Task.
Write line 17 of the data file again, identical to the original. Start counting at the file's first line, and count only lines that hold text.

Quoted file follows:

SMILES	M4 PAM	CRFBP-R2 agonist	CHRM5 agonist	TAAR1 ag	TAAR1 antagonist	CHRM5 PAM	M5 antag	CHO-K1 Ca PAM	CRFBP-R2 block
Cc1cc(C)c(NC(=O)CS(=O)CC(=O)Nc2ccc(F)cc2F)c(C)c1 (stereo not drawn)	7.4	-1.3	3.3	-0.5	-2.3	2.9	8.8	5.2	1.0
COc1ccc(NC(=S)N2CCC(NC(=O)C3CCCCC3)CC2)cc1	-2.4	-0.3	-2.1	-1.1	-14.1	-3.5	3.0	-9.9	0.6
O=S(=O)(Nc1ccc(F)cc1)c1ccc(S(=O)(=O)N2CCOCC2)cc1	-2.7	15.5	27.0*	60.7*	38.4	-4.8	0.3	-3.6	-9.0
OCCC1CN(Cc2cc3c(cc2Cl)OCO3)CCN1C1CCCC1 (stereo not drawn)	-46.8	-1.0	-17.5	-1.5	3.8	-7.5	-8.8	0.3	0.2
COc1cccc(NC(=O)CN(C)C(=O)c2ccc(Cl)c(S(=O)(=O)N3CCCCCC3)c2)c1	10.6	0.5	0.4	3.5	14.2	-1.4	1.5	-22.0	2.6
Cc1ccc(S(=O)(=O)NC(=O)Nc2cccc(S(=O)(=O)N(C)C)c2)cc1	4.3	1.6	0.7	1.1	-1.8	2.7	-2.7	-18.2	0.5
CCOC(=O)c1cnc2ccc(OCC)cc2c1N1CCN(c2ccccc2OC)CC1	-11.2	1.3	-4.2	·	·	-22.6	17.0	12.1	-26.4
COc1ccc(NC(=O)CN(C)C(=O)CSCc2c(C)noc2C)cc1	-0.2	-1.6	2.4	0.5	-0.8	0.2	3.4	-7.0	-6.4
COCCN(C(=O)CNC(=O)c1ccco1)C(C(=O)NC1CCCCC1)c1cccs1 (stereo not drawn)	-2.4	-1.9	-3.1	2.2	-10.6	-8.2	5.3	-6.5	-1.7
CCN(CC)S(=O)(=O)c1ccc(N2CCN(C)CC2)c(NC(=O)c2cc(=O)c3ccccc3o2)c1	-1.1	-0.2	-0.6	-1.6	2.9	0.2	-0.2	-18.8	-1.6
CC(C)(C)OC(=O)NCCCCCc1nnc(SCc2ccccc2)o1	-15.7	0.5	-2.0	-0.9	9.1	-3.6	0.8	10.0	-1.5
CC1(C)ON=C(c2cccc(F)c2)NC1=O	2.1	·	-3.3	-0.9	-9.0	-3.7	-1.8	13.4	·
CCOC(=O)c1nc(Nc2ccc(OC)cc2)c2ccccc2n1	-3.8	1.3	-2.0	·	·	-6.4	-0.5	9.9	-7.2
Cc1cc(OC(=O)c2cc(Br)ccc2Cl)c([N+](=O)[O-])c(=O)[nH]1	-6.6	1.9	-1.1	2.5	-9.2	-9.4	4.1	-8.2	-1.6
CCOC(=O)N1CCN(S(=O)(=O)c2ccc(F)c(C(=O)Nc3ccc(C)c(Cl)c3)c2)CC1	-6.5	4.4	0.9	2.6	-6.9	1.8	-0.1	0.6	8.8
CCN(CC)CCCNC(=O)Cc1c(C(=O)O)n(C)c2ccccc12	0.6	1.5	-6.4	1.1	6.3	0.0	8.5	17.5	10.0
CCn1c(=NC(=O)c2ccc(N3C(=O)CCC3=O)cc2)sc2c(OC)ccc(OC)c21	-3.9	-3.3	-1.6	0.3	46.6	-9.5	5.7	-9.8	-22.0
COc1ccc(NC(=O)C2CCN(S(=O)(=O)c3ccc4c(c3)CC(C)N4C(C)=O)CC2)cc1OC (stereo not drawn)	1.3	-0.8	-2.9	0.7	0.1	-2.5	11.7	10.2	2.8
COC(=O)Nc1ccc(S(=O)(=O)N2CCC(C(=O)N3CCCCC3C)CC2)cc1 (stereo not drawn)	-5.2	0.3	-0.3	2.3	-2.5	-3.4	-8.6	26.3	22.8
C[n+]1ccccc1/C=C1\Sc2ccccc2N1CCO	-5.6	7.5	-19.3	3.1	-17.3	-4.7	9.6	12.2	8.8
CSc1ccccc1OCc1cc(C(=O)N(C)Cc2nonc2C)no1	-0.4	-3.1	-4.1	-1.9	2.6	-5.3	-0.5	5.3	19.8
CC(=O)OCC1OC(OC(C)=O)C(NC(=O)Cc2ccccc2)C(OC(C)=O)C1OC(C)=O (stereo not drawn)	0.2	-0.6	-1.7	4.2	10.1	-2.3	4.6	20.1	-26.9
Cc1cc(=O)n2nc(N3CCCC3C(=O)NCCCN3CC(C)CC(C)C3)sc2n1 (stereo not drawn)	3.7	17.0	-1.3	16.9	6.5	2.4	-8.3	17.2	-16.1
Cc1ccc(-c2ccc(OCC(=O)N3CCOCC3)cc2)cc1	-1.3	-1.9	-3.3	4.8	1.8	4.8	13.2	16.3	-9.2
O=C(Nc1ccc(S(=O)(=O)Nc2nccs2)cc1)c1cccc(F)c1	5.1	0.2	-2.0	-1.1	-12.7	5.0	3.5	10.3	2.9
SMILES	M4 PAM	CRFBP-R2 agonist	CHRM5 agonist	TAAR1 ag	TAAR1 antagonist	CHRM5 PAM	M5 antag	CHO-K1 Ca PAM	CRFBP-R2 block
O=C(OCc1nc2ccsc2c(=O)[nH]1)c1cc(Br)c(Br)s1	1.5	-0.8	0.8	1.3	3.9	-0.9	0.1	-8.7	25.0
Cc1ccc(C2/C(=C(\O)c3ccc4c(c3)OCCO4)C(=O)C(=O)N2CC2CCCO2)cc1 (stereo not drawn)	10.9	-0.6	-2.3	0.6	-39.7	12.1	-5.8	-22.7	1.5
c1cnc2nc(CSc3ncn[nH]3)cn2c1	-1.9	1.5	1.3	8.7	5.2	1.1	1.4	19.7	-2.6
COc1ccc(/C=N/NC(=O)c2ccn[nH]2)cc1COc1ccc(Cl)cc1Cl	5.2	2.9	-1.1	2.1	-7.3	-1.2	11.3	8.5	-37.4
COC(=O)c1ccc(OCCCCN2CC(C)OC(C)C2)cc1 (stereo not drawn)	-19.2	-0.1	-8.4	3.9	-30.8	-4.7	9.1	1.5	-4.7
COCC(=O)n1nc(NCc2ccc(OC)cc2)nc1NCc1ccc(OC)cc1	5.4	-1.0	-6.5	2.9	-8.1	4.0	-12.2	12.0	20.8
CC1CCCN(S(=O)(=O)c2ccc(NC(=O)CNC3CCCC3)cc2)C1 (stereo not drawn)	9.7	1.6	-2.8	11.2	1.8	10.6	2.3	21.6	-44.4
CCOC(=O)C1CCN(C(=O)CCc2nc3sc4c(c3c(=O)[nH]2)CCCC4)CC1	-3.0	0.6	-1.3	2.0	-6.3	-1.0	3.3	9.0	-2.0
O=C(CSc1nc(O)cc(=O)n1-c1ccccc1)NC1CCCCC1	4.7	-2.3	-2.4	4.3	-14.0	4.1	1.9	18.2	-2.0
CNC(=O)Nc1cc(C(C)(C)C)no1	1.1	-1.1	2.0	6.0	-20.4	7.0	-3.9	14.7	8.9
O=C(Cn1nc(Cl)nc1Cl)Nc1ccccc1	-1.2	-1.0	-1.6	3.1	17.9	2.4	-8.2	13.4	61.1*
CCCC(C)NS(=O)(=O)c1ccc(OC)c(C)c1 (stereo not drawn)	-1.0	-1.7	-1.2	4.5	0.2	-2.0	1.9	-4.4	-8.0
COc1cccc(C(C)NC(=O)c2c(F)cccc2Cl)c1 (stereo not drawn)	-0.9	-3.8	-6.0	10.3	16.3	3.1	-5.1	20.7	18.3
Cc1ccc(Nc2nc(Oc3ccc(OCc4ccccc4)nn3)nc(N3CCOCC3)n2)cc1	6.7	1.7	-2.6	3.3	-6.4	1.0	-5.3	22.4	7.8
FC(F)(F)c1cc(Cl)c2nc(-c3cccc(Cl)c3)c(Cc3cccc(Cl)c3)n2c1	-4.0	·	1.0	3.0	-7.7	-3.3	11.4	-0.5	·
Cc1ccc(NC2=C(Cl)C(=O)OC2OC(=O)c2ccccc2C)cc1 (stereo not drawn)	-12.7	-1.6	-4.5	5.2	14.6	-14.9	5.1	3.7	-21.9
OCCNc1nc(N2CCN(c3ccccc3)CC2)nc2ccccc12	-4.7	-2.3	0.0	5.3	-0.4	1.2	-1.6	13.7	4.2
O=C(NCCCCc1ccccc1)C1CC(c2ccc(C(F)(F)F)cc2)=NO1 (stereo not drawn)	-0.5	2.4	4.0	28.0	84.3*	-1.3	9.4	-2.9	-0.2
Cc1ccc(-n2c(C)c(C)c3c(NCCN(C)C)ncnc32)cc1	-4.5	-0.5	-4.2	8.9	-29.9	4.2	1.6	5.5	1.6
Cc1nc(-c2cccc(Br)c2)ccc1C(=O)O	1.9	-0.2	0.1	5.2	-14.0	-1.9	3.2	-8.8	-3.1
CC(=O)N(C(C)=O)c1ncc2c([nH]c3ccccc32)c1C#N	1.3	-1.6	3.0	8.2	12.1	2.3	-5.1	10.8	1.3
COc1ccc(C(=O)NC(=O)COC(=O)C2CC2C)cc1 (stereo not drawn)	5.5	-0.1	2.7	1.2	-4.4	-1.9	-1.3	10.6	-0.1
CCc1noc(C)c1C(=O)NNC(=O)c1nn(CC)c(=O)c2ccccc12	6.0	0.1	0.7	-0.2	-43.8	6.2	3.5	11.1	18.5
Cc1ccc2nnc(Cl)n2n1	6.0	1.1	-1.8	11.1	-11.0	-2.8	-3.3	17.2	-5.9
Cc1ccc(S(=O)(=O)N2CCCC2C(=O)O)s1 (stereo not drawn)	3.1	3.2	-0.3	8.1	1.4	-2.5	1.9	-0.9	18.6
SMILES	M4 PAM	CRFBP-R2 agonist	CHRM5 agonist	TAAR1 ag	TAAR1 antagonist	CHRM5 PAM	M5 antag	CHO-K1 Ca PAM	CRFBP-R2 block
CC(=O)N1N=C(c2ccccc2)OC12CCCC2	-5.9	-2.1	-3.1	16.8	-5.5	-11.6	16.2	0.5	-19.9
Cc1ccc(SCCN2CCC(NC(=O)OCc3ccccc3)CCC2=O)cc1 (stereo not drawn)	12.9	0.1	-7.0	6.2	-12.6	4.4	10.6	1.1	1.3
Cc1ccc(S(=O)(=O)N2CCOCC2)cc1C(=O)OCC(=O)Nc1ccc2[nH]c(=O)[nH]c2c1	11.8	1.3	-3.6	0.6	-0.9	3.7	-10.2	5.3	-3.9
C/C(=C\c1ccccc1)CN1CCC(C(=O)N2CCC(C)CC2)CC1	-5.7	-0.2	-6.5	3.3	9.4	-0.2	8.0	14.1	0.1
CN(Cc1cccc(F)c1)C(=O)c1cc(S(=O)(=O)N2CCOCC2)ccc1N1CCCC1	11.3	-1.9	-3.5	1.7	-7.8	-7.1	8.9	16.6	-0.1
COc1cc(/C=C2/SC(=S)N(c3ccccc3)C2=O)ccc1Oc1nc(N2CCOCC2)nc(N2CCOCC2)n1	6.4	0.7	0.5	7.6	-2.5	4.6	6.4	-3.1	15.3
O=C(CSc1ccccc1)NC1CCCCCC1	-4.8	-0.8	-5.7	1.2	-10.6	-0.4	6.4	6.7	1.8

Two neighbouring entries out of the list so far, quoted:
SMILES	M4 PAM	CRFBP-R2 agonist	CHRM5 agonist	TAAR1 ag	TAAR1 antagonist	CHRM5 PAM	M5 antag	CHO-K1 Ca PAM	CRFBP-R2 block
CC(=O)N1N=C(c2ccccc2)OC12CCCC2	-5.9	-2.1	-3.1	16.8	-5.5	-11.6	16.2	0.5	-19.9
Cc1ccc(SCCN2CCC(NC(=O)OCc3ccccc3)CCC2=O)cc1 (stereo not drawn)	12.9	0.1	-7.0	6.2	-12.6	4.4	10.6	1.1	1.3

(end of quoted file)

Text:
CCN(CC)CCCNC(=O)Cc1c(C(=O)O)n(C)c2ccccc12	0.6	1.5	-6.4	1.1	6.3	0.0	8.5	17.5	10.0